Through magic—of course—Kale is transformed into a human young man for his own protection and that is where his journey of growth and personal exploration begins.  Oh, yeah . . . he’s also intent on exposing General Jedah, rescuing the King’s daughter and saving dragons from extinction.  But the most compelling component of this dragon tale is Kale’s personal maturation process eventually becoming confident in his role as human hero.

Fantasy fiction has a tendency to be formulaic as are most tales about good versus evil; as readers, we accept this inevitability and, in some cases, expect this predictability as long as the characters are well developed and engaging.  Not only does the author do a nice job with Kale’s character development, she has also given Kale a number of humorous lines and scenes which make the book that much more endearing to readers.

As for the rest of the cast of characters, their roles seem more decorative to Kale’s coming-of-age story.  This is good in the sense that there is no time wasted with excessive back stories and subplots.  There is a brief trip to Neelan’s elf culture, but that too is primarily important to moving Kale’s heroic story forward.  In short, this is a book about Kale.  By the end of the novel, the supporting cast of characters is tantamount to window dressing.  It will be interesting to see if more character development is afforded to supporting characters in subsequent books of this series which would be nice, but not at the expense of the keeping the story flowing at a brisk pace.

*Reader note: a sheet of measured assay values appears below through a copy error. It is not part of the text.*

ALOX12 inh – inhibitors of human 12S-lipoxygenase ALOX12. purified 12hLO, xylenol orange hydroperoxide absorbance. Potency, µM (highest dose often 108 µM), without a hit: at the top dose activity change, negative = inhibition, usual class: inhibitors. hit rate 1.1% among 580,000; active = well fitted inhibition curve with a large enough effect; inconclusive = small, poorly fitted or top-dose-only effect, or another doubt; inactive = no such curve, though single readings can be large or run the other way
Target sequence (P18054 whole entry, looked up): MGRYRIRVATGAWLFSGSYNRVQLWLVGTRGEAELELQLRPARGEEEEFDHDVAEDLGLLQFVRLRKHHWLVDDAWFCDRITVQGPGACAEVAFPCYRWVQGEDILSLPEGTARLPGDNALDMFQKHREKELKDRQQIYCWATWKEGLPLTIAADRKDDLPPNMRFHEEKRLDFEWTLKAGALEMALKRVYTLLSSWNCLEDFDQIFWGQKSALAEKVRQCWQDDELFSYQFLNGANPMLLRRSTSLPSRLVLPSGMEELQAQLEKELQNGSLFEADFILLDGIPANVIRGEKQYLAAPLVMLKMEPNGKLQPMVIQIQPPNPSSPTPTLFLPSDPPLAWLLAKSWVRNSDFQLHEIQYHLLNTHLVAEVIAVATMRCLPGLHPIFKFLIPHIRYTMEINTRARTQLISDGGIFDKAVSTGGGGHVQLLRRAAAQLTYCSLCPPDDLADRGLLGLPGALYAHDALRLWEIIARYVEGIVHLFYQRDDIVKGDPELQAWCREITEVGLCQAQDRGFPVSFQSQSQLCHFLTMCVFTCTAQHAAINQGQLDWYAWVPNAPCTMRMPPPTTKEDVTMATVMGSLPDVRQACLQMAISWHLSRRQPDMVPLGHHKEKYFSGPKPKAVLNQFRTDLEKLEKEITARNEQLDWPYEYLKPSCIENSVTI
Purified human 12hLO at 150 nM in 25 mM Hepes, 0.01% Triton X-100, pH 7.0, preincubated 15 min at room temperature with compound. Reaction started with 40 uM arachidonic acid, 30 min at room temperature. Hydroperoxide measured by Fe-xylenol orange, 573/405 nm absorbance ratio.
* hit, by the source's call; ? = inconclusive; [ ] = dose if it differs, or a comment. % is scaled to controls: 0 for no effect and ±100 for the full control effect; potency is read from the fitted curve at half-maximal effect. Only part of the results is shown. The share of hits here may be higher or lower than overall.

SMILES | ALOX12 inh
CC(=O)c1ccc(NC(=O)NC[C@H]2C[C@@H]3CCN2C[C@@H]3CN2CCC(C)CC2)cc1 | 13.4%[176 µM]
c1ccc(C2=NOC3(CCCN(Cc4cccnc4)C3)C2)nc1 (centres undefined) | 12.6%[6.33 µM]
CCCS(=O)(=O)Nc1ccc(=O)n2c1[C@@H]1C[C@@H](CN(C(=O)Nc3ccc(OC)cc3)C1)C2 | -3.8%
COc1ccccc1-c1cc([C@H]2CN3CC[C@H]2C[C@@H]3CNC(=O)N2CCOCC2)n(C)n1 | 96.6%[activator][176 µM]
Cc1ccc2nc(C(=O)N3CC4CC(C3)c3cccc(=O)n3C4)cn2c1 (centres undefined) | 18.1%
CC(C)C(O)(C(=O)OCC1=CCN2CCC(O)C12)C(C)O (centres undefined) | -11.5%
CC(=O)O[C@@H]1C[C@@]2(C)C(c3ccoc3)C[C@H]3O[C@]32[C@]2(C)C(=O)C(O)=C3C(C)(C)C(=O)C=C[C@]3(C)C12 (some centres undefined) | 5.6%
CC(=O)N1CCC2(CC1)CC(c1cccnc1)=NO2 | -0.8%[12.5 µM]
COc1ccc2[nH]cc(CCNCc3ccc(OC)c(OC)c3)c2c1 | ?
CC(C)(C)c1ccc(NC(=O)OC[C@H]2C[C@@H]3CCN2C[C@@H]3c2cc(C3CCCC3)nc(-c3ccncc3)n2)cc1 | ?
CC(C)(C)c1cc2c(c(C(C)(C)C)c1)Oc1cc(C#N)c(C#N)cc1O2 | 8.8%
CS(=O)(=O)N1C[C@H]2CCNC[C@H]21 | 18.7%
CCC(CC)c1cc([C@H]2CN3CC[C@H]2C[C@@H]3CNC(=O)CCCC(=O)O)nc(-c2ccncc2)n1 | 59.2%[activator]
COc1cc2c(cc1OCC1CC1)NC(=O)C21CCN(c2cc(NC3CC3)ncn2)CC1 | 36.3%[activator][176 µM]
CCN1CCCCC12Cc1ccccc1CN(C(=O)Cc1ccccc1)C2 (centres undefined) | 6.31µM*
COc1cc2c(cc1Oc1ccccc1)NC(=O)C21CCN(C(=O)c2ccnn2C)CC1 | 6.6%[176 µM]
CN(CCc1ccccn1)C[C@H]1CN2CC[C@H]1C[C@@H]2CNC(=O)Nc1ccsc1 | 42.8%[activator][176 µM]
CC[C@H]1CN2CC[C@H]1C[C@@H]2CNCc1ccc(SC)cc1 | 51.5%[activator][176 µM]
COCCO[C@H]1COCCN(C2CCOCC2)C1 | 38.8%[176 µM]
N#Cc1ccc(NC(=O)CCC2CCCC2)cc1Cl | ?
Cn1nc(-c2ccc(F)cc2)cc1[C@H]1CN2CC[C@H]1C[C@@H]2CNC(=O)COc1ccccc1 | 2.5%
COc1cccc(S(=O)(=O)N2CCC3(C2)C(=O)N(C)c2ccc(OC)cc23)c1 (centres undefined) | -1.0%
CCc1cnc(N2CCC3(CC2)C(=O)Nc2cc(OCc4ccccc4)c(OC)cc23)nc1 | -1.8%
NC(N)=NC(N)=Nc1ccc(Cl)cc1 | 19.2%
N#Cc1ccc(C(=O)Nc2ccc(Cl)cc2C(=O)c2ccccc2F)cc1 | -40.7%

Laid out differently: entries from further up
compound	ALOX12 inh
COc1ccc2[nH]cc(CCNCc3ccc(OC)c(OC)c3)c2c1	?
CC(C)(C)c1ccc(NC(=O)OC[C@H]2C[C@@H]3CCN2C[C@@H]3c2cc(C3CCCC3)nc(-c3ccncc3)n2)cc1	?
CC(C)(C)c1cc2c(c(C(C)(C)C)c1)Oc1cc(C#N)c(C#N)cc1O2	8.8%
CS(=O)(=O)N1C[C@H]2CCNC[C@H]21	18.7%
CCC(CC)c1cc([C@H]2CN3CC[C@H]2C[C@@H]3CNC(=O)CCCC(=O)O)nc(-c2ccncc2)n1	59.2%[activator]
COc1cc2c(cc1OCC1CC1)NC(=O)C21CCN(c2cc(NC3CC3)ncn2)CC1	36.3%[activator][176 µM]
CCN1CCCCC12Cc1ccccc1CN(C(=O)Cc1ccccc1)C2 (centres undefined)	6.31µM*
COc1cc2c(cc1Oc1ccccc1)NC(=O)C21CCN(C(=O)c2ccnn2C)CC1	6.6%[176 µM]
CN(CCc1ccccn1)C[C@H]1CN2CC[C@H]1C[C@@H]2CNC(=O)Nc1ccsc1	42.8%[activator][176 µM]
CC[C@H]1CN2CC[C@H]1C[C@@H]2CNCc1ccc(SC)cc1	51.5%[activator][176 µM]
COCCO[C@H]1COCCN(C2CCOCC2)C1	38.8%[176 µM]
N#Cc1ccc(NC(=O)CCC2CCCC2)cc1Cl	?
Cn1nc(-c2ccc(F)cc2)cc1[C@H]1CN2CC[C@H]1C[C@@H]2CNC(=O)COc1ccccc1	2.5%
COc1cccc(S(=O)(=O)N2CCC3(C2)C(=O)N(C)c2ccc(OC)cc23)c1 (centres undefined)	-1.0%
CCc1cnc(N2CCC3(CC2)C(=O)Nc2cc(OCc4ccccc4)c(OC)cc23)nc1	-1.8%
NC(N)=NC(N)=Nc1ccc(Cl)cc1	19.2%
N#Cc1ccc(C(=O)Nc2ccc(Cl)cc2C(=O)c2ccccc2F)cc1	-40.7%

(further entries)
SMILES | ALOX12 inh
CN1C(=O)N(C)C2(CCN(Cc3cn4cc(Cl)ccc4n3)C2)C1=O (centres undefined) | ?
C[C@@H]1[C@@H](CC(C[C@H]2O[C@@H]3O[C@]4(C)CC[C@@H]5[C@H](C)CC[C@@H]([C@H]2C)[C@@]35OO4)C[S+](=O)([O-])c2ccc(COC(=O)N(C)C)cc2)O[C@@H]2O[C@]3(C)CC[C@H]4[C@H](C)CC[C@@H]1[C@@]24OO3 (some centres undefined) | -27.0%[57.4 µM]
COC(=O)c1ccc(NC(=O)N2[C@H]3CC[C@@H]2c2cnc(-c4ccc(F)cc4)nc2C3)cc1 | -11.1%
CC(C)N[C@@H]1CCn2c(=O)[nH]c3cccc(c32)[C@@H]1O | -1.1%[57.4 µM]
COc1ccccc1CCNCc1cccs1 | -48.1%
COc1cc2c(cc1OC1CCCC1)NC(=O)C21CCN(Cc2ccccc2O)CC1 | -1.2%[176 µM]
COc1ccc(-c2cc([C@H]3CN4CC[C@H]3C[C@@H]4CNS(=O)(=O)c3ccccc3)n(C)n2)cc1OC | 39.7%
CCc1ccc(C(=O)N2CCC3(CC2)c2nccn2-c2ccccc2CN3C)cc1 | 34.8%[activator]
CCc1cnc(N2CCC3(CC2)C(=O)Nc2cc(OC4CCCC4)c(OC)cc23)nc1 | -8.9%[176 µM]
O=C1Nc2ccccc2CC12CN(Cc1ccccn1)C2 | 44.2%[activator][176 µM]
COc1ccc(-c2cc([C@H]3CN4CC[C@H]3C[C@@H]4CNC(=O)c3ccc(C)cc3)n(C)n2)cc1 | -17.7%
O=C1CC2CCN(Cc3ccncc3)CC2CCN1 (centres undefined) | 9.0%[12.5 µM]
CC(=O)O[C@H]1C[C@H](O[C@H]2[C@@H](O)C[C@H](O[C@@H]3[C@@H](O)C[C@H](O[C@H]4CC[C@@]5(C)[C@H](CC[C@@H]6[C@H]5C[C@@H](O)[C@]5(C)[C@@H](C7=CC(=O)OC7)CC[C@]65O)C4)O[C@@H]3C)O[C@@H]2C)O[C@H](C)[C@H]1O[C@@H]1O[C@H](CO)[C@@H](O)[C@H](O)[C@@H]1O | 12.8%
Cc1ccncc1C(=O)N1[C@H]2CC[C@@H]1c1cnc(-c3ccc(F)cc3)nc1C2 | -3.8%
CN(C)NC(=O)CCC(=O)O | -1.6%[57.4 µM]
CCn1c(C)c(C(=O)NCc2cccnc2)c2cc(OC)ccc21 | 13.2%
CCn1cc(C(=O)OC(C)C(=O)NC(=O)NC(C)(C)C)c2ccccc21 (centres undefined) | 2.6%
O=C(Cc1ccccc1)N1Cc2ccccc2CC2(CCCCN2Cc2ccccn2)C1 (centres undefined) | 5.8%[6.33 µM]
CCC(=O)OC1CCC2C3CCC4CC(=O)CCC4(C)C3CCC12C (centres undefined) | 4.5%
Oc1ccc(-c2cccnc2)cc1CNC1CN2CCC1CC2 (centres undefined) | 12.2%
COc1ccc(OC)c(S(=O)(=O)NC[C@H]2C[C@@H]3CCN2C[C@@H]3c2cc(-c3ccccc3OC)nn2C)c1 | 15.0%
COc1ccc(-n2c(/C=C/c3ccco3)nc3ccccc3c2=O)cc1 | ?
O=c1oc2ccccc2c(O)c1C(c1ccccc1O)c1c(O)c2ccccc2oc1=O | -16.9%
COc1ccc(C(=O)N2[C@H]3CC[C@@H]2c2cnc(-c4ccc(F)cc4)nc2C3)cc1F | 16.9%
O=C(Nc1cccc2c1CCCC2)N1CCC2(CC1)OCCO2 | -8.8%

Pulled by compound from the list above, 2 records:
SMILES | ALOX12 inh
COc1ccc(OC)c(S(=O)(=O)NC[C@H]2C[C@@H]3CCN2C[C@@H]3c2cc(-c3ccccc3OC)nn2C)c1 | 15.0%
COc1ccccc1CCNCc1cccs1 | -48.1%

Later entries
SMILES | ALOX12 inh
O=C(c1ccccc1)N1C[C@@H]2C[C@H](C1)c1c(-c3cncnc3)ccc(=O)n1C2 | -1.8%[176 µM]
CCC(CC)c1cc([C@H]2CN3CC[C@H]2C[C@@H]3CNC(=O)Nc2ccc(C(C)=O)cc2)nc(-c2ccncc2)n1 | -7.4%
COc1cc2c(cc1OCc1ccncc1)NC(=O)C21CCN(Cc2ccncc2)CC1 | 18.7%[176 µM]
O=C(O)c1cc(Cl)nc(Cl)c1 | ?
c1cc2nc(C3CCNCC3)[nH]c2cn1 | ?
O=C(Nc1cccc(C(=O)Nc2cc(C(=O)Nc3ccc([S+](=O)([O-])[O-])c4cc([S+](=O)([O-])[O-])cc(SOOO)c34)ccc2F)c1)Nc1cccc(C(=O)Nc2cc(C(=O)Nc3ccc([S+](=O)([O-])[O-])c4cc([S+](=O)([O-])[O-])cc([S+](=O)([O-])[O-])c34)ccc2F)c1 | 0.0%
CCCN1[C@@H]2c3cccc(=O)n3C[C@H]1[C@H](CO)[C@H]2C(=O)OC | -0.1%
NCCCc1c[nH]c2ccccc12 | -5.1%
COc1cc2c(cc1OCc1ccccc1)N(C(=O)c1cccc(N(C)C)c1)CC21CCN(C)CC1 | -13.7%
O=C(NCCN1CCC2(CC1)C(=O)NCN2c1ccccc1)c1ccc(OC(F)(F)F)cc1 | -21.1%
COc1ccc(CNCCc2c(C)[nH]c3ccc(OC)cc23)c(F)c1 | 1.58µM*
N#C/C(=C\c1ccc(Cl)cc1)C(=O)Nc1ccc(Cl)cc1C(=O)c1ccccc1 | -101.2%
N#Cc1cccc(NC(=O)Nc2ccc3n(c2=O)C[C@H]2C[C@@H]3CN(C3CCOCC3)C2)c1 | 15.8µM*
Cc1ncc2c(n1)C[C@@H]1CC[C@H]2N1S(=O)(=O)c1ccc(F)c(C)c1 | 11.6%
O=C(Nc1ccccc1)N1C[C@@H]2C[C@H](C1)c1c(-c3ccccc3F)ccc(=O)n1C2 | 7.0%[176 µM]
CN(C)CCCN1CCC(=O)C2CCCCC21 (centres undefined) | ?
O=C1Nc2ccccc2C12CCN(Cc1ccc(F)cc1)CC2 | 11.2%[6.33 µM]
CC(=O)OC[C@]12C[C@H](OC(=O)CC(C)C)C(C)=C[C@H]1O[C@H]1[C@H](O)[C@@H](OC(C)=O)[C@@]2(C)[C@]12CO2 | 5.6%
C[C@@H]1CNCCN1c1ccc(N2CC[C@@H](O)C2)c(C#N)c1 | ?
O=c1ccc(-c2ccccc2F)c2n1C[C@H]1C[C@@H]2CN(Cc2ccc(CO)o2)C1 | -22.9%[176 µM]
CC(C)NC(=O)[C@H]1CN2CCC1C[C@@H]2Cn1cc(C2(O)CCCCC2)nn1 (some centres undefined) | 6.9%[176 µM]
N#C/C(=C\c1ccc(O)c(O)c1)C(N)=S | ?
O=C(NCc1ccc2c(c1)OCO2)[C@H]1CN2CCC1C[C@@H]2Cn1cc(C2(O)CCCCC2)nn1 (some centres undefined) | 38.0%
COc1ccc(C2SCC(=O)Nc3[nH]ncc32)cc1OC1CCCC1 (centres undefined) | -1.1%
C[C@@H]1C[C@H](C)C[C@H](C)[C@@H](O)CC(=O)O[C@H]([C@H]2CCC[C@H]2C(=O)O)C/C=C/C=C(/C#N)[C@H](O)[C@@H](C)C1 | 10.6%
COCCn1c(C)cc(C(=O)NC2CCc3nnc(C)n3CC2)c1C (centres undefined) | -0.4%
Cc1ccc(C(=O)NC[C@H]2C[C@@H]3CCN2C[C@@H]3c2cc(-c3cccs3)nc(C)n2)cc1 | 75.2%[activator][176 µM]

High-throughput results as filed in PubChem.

There are a few detail issues, such as blending a kind of quasi Old English language of sorts with a lot of modern day colloquialisms and even some slang.  We’re not sure if this was intentional, but it comes off as a grammatical oversight.

Our only other critical observation is that the attempt at creating a romantic storyline between Kale and Neelan was a little odd given the most obvious issue—he’s a dragon underneath his human skin and she’s an elf.  Does this mean Kale will maintain his human form throughout the entire series?  Is this book really about a dragon’s awakening or more about a human experience now that Kale’s been able to see what it’s like to live in someone else’s skin?

This is a good first effort for a young adult fantasy fiction series with lots of potential for subsequent books.  A few minor corrections in detail issues is all this novel needs to move it from a very good read to a great page turner.  As it stands, The Chronicles of Kale is an enjoyable story with great flow and movement.  If you love young adult fantasy fiction, this will be a quick and fun read for you.  You won’t be disappointed.

This book was reviewed as part of the Wise Bear Digital Book Awards competition. Entry fees associated with the contest are administrative in nature and do not influence our honest, unbiased book reviews.